Respondents were also concerned that the process may be “manipulated by staff or by active board members”. Absentee voters may also not get the benefit of hearing discussion at the meeting about a motion and any amendments (or nominated Directors) that come from the floor of a meeting.
A slight majority of the respondents (56%) believed that members would be “less satisfied” if the voting component of the meeting was held entirely by absentee ballot. One respondent suggested that with a smaller organization, the meeting of the members is an annual highlight and absentee voting would reduce attendance at the meeting meaning that individuals would not get involved with the organization.
The new NFP legislation has encouraged some organizations to revise their membership structure and make individuals the members with voting powers. In some cases, this creates a logistical problem whereby not everyone will go to the meeting. Investing in an absentee voting system is one possible solution to this problem.
Such a system will also help in terms of conducting an annual meeting at a less-than-ideal time for the membership. Several organizations that presently hold annual meetings in conjunction with well-attended member conferences or conventions outside the six month window are considering retaining the schedule of those conferences as a gathering for members, while conducting a simplified annual meeting with absentee voting during the six month period.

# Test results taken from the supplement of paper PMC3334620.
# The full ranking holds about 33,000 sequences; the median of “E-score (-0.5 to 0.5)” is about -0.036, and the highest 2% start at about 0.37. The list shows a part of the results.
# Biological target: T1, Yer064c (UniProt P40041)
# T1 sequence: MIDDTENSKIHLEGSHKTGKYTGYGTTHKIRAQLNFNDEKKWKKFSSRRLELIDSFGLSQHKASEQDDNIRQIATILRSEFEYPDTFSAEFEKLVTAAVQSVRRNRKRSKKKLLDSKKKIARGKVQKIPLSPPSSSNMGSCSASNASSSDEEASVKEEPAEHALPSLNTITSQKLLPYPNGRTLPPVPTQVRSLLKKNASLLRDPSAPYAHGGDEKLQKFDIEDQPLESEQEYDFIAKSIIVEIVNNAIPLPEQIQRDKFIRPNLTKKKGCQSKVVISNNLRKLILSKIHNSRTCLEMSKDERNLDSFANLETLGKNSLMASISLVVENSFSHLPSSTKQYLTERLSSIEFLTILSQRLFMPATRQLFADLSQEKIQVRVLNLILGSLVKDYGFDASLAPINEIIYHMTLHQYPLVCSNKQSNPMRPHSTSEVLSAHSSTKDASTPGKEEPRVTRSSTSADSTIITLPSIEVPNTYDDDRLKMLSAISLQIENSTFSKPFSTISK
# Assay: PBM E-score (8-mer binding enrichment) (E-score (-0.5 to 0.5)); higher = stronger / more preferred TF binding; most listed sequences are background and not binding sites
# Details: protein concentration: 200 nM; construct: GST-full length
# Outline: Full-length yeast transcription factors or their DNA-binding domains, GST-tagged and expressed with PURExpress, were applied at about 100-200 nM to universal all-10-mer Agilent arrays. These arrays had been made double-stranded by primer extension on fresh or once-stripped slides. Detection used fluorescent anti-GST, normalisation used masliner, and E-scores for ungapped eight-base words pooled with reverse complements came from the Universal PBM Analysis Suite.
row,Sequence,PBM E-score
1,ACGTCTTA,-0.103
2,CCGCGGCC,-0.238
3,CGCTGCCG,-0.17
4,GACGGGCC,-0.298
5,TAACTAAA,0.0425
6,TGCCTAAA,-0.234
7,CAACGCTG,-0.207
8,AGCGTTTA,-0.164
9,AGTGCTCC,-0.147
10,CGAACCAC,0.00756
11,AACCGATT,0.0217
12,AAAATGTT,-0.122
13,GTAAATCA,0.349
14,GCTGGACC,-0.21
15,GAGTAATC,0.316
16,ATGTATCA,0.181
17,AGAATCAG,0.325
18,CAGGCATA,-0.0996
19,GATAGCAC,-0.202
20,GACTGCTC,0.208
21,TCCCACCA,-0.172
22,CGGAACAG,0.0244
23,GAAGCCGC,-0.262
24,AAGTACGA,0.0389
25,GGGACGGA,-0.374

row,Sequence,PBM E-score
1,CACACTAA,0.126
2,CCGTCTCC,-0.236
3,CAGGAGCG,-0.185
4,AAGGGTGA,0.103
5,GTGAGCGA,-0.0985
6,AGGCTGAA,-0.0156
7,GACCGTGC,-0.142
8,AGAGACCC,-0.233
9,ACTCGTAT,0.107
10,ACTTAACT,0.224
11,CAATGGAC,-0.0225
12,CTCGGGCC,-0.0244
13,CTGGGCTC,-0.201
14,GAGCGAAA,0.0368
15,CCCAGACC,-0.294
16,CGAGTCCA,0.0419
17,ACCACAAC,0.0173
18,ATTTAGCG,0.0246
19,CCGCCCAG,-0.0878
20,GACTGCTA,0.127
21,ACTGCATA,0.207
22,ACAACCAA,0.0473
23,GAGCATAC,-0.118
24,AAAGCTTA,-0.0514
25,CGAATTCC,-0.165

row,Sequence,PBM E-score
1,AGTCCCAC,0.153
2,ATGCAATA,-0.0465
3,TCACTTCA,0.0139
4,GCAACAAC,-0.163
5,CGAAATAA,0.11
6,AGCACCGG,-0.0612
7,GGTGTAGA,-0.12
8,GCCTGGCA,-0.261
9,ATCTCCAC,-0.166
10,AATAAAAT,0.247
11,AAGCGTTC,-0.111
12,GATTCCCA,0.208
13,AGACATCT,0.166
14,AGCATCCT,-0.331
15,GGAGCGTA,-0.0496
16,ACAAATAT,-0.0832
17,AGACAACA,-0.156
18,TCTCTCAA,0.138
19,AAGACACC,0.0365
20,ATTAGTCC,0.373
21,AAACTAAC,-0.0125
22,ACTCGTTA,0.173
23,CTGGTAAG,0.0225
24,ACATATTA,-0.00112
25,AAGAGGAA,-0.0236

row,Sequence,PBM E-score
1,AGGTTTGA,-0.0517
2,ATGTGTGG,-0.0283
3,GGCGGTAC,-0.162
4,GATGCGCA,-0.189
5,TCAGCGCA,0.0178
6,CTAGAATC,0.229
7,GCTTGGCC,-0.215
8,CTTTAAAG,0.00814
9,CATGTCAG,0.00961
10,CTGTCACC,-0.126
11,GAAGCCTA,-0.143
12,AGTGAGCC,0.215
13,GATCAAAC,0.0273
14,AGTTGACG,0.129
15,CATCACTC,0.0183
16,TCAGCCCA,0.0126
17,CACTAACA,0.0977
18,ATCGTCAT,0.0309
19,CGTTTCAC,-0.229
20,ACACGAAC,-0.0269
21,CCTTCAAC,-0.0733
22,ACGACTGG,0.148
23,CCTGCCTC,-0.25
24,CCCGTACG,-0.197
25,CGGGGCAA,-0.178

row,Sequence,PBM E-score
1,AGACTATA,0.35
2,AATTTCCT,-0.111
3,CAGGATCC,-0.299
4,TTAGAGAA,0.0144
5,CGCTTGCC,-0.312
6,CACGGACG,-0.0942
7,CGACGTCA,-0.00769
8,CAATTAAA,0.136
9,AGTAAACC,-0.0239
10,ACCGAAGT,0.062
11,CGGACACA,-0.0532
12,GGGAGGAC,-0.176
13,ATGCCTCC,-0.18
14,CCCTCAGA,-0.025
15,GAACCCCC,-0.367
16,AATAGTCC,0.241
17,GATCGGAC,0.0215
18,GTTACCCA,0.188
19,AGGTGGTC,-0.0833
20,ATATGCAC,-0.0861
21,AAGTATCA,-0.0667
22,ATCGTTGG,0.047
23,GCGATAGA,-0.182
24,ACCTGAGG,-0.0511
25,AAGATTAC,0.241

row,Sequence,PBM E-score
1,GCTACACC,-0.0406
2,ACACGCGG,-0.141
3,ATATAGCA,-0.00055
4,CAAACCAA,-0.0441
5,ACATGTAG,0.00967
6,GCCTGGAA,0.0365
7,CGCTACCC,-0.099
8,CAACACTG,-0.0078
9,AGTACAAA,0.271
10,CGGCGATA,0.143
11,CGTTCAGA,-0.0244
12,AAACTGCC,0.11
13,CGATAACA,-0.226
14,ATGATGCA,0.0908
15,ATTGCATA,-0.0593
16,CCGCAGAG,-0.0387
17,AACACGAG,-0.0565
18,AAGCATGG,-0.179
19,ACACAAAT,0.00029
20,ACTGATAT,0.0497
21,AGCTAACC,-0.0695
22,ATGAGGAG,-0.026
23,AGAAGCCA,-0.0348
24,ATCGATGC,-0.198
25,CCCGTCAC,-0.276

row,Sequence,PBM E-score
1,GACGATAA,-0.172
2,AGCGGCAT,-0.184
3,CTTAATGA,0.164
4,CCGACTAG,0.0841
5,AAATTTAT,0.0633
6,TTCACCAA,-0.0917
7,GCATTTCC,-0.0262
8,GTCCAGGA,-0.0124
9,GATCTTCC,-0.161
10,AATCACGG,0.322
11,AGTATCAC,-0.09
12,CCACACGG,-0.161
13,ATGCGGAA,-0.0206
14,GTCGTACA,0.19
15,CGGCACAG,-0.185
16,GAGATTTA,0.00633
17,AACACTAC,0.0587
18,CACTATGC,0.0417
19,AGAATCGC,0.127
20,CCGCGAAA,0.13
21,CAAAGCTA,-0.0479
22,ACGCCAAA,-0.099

Following this survey, we did some research to learn more about electronic voting systems. There are several providers of such services, both in the US (www.balloteer.com for example) and Canada (www.simplyvoting.com for example), and we are confident that sport organizations will be able to implement absentee voting without great difficulty and at reasonable cost if they choose a sensible online program.
As an independent organization, the Sport Law & Strategy Group is also available to serve as a scrutineer for voting, or to assist in setting up an online voting system that is secure, accurate, and private.
Please feel free to contact Rachel Corbett (firstname.lastname@example.org) if you want to learn more about absentee voting, and about how other organizations are approaching this challenge.